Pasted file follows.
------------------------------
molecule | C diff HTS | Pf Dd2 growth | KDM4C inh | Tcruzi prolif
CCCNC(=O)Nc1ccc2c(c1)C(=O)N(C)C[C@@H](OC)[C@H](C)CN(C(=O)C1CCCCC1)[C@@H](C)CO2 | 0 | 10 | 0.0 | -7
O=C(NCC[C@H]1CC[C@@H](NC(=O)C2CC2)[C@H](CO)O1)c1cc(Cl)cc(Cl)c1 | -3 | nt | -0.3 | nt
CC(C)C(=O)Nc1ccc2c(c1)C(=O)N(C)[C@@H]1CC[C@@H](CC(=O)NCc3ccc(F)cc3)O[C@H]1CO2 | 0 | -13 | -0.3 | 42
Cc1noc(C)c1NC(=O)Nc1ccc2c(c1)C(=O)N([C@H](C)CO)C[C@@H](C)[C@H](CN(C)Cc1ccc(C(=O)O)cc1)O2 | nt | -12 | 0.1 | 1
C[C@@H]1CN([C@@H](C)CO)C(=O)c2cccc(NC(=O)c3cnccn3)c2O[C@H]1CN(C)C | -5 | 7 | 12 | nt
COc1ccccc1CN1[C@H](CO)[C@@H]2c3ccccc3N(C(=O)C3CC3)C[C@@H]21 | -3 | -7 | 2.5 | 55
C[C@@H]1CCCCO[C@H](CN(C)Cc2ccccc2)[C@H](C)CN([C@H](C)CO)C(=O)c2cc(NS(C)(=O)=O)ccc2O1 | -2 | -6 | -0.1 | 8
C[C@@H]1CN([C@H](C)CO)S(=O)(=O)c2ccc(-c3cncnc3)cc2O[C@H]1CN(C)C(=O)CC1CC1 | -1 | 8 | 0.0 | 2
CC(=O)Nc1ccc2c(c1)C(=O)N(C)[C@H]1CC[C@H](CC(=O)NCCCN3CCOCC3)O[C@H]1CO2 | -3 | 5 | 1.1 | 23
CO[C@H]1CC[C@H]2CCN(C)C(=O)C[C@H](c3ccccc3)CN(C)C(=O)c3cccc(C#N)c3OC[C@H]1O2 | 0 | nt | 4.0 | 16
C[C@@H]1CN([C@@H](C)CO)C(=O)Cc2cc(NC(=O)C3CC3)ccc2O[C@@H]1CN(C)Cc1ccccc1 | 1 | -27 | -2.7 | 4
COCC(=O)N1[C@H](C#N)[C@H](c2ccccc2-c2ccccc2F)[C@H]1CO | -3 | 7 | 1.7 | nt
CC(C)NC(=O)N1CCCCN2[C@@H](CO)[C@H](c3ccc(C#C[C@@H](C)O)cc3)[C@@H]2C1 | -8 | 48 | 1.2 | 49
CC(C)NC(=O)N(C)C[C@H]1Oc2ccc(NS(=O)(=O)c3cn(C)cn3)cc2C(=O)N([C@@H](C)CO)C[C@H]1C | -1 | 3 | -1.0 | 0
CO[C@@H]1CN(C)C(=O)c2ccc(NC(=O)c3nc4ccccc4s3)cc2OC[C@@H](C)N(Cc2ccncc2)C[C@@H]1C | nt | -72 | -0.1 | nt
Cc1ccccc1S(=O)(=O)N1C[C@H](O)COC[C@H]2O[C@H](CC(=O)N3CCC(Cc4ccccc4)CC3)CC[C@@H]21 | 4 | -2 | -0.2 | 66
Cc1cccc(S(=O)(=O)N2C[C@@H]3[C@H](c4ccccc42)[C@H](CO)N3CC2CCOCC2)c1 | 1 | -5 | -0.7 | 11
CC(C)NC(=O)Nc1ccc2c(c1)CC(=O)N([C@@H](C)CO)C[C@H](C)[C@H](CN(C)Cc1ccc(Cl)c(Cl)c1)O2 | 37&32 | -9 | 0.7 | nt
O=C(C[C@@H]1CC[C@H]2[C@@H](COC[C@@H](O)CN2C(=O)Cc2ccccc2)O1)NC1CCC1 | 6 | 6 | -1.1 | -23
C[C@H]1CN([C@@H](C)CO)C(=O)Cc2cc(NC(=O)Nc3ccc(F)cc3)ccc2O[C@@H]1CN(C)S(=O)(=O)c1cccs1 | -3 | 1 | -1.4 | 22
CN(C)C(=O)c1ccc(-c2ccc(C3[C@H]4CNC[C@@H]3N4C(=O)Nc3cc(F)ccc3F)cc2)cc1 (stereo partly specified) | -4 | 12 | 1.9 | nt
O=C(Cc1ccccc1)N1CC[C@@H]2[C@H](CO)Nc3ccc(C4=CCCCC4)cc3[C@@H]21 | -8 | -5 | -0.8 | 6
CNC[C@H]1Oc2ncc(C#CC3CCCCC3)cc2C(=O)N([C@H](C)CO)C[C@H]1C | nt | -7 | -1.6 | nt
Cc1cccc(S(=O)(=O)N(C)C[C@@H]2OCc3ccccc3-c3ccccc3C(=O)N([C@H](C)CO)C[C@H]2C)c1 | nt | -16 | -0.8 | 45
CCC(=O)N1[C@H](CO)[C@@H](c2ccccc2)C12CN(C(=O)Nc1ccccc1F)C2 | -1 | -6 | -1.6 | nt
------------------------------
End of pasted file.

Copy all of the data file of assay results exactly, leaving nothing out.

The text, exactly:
molecule | C diff HTS | Pf Dd2 growth | KDM4C inh | Tcruzi prolif
CCCNC(=O)Nc1ccc2c(c1)C(=O)N(C)C[C@@H](OC)[C@H](C)CN(C(=O)C1CCCCC1)[C@@H](C)CO2 | 0 | 10 | 0.0 | -7
O=C(NCC[C@H]1CC[C@@H](NC(=O)C2CC2)[C@H](CO)O1)c1cc(Cl)cc(Cl)c1 | -3 | nt | -0.3 | nt
CC(C)C(=O)Nc1ccc2c(c1)C(=O)N(C)[C@@H]1CC[C@@H](CC(=O)NCc3ccc(F)cc3)O[C@H]1CO2 | 0 | -13 | -0.3 | 42
Cc1noc(C)c1NC(=O)Nc1ccc2c(c1)C(=O)N([C@H](C)CO)C[C@@H](C)[C@H](CN(C)Cc1ccc(C(=O)O)cc1)O2 | nt | -12 | 0.1 | 1
C[C@@H]1CN([C@@H](C)CO)C(=O)c2cccc(NC(=O)c3cnccn3)c2O[C@H]1CN(C)C | -5 | 7 | 12 | nt
COc1ccccc1CN1[C@H](CO)[C@@H]2c3ccccc3N(C(=O)C3CC3)C[C@@H]21 | -3 | -7 | 2.5 | 55
C[C@@H]1CCCCO[C@H](CN(C)Cc2ccccc2)[C@H](C)CN([C@H](C)CO)C(=O)c2cc(NS(C)(=O)=O)ccc2O1 | -2 | -6 | -0.1 | 8
C[C@@H]1CN([C@H](C)CO)S(=O)(=O)c2ccc(-c3cncnc3)cc2O[C@H]1CN(C)C(=O)CC1CC1 | -1 | 8 | 0.0 | 2
CC(=O)Nc1ccc2c(c1)C(=O)N(C)[C@H]1CC[C@H](CC(=O)NCCCN3CCOCC3)O[C@H]1CO2 | -3 | 5 | 1.1 | 23
CO[C@H]1CC[C@H]2CCN(C)C(=O)C[C@H](c3ccccc3)CN(C)C(=O)c3cccc(C#N)c3OC[C@H]1O2 | 0 | nt | 4.0 | 16
C[C@@H]1CN([C@@H](C)CO)C(=O)Cc2cc(NC(=O)C3CC3)ccc2O[C@@H]1CN(C)Cc1ccccc1 | 1 | -27 | -2.7 | 4
COCC(=O)N1[C@H](C#N)[C@H](c2ccccc2-c2ccccc2F)[C@H]1CO | -3 | 7 | 1.7 | nt
CC(C)NC(=O)N1CCCCN2[C@@H](CO)[C@H](c3ccc(C#C[C@@H](C)O)cc3)[C@@H]2C1 | -8 | 48 | 1.2 | 49
CC(C)NC(=O)N(C)C[C@H]1Oc2ccc(NS(=O)(=O)c3cn(C)cn3)cc2C(=O)N([C@@H](C)CO)C[C@H]1C | -1 | 3 | -1.0 | 0
CO[C@@H]1CN(C)C(=O)c2ccc(NC(=O)c3nc4ccccc4s3)cc2OC[C@@H](C)N(Cc2ccncc2)C[C@@H]1C | nt | -72 | -0.1 | nt
Cc1ccccc1S(=O)(=O)N1C[C@H](O)COC[C@H]2O[C@H](CC(=O)N3CCC(Cc4ccccc4)CC3)CC[C@@H]21 | 4 | -2 | -0.2 | 66
Cc1cccc(S(=O)(=O)N2C[C@@H]3[C@H](c4ccccc42)[C@H](CO)N3CC2CCOCC2)c1 | 1 | -5 | -0.7 | 11
CC(C)NC(=O)Nc1ccc2c(c1)CC(=O)N([C@@H](C)CO)C[C@H](C)[C@H](CN(C)Cc1ccc(Cl)c(Cl)c1)O2 | 37&32 | -9 | 0.7 | nt
O=C(C[C@@H]1CC[C@H]2[C@@H](COC[C@@H](O)CN2C(=O)Cc2ccccc2)O1)NC1CCC1 | 6 | 6 | -1.1 | -23
C[C@H]1CN([C@@H](C)CO)C(=O)Cc2cc(NC(=O)Nc3ccc(F)cc3)ccc2O[C@@H]1CN(C)S(=O)(=O)c1cccs1 | -3 | 1 | -1.4 | 22
CN(C)C(=O)c1ccc(-c2ccc(C3[C@H]4CNC[C@@H]3N4C(=O)Nc3cc(F)ccc3F)cc2)cc1 (stereo partly specified) | -4 | 12 | 1.9 | nt
O=C(Cc1ccccc1)N1CC[C@@H]2[C@H](CO)Nc3ccc(C4=CCCCC4)cc3[C@@H]21 | -8 | -5 | -0.8 | 6
CNC[C@H]1Oc2ncc(C#CC3CCCCC3)cc2C(=O)N([C@H](C)CO)C[C@H]1C | nt | -7 | -1.6 | nt
Cc1cccc(S(=O)(=O)N(C)C[C@@H]2OCc3ccccc3-c3ccccc3C(=O)N([C@H](C)CO)C[C@H]2C)c1 | nt | -16 | -0.8 | 45
CCC(=O)N1[C@H](CO)[C@@H](c2ccccc2)C12CN(C(=O)Nc1ccccc1F)C2 | -1 | -6 | -1.6 | nt